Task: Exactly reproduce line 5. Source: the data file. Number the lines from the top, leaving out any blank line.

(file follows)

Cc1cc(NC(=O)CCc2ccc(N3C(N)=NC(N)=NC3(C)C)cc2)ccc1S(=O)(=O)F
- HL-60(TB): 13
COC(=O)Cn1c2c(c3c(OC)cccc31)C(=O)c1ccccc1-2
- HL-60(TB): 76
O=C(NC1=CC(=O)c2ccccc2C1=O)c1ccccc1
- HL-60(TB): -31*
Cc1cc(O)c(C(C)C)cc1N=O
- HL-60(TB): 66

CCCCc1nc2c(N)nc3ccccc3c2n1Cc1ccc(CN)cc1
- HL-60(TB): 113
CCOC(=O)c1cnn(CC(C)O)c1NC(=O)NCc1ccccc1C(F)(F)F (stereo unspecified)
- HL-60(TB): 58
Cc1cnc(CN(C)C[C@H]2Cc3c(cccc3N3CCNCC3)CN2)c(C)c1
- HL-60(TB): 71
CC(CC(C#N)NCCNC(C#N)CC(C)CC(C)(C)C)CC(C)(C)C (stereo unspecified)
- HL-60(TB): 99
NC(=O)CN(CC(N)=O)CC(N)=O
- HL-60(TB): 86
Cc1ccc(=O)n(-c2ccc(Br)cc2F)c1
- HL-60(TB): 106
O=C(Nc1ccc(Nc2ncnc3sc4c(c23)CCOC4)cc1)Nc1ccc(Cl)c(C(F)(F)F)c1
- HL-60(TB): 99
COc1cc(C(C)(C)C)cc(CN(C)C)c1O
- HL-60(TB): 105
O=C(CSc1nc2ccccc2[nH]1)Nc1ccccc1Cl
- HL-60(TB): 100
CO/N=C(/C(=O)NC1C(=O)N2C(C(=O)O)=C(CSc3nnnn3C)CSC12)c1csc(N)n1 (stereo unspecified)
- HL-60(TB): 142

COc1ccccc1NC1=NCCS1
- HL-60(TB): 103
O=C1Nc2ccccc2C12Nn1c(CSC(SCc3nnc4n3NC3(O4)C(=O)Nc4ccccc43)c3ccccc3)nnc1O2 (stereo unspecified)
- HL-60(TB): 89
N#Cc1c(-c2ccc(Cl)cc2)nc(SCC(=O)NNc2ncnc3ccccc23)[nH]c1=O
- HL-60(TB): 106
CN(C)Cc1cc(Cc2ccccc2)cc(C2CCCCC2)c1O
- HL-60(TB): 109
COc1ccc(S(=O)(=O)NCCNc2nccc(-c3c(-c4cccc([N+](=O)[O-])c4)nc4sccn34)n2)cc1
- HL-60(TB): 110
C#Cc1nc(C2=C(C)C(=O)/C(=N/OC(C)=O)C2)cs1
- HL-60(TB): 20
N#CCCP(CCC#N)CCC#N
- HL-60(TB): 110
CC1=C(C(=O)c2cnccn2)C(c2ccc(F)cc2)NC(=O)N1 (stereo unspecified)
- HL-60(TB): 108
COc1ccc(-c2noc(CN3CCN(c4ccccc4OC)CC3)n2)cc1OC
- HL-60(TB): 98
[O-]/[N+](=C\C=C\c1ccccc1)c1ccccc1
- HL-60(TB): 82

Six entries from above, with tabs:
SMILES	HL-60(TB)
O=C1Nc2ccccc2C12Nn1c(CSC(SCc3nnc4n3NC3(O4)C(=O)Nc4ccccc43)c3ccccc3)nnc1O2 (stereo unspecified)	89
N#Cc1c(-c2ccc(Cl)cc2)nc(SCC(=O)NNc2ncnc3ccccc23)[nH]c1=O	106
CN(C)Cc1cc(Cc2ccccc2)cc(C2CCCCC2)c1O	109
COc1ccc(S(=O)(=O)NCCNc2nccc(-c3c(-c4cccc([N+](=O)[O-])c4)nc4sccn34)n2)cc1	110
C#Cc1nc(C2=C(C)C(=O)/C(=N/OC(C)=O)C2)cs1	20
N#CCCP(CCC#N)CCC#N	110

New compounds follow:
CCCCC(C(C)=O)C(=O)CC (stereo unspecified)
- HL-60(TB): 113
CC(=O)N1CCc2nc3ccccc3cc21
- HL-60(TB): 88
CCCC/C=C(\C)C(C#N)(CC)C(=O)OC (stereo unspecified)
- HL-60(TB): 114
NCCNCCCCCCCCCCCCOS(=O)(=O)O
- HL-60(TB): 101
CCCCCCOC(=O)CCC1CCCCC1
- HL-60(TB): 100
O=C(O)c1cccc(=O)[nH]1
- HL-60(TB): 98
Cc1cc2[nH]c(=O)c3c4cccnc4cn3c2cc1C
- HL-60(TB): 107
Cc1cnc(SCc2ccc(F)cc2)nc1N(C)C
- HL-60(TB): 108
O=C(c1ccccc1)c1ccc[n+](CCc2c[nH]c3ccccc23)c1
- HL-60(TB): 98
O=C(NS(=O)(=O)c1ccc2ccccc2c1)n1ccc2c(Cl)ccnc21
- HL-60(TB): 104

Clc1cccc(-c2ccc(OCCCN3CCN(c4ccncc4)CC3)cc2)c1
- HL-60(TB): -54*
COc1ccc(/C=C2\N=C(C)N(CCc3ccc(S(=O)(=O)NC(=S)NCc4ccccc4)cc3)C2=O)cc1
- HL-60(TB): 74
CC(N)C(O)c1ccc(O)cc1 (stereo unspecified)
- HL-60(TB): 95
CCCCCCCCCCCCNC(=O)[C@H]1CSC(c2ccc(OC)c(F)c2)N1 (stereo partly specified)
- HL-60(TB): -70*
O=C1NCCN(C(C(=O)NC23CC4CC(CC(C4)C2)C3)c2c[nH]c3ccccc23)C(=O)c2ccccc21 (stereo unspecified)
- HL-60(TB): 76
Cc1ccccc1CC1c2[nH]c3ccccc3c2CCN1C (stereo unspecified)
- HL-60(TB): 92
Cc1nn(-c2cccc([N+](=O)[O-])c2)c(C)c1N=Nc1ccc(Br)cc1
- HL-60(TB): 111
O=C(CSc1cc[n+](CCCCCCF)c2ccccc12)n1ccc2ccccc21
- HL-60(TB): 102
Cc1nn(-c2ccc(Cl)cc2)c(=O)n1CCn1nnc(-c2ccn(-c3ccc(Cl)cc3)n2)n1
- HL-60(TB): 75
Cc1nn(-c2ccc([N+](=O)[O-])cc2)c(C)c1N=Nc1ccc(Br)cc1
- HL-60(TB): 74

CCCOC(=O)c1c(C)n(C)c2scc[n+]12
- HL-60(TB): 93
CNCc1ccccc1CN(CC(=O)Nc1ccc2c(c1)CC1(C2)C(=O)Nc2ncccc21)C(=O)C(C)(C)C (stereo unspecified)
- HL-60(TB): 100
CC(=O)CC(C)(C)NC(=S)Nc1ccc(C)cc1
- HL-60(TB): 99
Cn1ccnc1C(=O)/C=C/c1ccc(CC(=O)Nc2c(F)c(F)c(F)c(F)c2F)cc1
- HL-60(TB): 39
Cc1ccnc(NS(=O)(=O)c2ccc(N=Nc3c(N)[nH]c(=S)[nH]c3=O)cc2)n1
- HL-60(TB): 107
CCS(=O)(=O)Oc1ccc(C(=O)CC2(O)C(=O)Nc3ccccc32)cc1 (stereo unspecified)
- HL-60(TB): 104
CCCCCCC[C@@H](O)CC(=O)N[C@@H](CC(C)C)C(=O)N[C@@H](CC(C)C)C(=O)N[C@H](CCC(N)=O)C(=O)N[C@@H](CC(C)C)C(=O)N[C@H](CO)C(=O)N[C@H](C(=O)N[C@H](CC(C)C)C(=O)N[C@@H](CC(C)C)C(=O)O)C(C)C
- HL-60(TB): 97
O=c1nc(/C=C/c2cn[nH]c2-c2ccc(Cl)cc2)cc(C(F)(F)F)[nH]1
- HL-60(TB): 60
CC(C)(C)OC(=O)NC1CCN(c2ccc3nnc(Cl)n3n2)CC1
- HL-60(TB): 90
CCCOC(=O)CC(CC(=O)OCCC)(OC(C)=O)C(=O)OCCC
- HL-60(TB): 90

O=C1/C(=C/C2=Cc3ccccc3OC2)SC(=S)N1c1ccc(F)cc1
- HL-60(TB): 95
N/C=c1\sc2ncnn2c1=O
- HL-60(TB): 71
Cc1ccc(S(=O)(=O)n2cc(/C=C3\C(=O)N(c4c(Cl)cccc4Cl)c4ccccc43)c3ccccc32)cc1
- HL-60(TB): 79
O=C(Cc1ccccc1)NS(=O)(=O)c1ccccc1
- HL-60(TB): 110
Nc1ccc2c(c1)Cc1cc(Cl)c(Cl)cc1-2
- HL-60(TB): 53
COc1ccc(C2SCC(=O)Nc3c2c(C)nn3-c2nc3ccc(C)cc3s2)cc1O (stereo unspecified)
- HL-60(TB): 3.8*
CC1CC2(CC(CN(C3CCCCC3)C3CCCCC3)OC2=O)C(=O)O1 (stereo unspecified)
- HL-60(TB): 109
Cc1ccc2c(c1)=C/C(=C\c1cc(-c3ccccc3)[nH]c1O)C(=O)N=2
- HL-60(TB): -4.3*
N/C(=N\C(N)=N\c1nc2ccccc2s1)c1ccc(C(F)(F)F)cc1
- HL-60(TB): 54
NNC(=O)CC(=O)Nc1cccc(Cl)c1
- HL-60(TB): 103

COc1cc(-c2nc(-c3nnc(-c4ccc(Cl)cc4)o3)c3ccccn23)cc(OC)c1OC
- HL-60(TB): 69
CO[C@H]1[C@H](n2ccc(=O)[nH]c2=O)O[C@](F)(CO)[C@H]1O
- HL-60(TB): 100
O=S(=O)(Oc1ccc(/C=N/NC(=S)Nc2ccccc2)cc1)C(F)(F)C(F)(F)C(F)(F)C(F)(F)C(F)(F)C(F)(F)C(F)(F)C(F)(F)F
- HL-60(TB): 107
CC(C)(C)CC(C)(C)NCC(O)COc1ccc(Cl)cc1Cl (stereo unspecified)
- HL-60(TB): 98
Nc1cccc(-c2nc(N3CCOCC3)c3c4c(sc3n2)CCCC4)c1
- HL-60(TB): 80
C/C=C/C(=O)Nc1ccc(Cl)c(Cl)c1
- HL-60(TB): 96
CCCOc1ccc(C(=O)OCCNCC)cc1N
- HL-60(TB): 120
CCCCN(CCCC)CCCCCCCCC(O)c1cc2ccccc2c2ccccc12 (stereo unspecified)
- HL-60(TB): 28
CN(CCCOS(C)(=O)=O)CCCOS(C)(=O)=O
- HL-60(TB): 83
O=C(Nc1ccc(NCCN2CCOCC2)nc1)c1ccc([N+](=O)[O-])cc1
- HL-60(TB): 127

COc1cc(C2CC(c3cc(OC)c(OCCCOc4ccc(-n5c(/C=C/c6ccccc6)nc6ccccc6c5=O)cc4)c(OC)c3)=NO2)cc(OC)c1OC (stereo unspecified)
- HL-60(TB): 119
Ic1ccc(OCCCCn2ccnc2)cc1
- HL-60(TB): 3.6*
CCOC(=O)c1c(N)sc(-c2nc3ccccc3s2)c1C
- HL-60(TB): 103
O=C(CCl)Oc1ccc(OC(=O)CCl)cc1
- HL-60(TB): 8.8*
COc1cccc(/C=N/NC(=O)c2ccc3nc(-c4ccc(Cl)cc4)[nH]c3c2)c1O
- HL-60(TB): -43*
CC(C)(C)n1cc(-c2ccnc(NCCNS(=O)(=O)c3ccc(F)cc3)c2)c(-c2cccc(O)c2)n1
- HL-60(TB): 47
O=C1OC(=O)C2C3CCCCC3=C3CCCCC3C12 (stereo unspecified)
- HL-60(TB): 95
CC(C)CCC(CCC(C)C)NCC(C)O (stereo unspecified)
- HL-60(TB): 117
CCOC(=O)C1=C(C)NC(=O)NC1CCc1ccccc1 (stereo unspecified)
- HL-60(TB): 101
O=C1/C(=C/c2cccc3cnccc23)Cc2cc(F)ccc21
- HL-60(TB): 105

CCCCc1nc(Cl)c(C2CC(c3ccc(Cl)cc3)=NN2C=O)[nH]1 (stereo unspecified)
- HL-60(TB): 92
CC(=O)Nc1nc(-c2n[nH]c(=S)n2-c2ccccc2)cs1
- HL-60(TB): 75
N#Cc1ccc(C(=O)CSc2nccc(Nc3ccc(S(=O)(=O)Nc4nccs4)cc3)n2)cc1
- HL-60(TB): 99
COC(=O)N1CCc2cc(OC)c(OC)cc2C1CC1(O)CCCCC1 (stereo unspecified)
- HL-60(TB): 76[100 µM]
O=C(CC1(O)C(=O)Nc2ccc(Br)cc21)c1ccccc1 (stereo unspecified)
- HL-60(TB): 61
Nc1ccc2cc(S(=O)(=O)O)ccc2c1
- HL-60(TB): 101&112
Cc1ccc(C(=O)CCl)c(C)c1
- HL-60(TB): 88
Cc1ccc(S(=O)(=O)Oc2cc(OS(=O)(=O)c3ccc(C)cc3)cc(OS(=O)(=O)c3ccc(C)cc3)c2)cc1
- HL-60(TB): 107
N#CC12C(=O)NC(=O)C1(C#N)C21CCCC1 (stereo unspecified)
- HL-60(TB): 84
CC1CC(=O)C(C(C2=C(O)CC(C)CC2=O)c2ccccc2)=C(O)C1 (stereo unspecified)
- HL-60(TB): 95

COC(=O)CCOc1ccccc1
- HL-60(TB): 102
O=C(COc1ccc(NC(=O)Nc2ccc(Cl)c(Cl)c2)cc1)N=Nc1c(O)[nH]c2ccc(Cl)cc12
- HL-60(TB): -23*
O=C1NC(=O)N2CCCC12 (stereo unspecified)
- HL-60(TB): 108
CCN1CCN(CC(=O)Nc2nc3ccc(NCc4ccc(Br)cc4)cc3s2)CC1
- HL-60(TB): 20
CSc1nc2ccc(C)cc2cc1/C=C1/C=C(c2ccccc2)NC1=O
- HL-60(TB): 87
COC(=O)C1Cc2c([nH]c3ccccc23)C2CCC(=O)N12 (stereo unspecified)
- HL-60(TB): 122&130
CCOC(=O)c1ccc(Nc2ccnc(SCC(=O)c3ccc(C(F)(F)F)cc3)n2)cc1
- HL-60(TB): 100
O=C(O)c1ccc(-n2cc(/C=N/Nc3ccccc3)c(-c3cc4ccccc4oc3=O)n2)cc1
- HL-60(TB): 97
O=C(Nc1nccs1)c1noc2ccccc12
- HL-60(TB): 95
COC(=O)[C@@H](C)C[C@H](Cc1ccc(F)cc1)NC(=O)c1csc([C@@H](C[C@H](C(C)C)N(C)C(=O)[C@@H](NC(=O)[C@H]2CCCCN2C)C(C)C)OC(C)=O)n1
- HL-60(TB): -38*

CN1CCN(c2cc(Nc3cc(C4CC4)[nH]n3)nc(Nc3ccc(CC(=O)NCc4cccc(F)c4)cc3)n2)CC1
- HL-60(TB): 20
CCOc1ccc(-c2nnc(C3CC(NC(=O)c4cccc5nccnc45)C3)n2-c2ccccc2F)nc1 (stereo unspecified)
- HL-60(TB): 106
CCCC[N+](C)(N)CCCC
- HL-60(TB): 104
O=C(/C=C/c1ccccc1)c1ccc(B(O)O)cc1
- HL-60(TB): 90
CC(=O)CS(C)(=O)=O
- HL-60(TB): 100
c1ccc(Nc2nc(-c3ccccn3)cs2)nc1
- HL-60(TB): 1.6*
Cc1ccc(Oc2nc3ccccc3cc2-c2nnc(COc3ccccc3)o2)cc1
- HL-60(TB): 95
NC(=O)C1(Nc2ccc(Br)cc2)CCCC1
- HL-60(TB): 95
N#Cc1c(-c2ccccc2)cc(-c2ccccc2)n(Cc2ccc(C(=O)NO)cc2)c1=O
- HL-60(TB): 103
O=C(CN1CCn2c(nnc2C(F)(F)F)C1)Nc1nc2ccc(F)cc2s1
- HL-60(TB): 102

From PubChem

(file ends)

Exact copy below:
O=C(NC1=CC(=O)c2ccccc2C1=O)c1ccccc1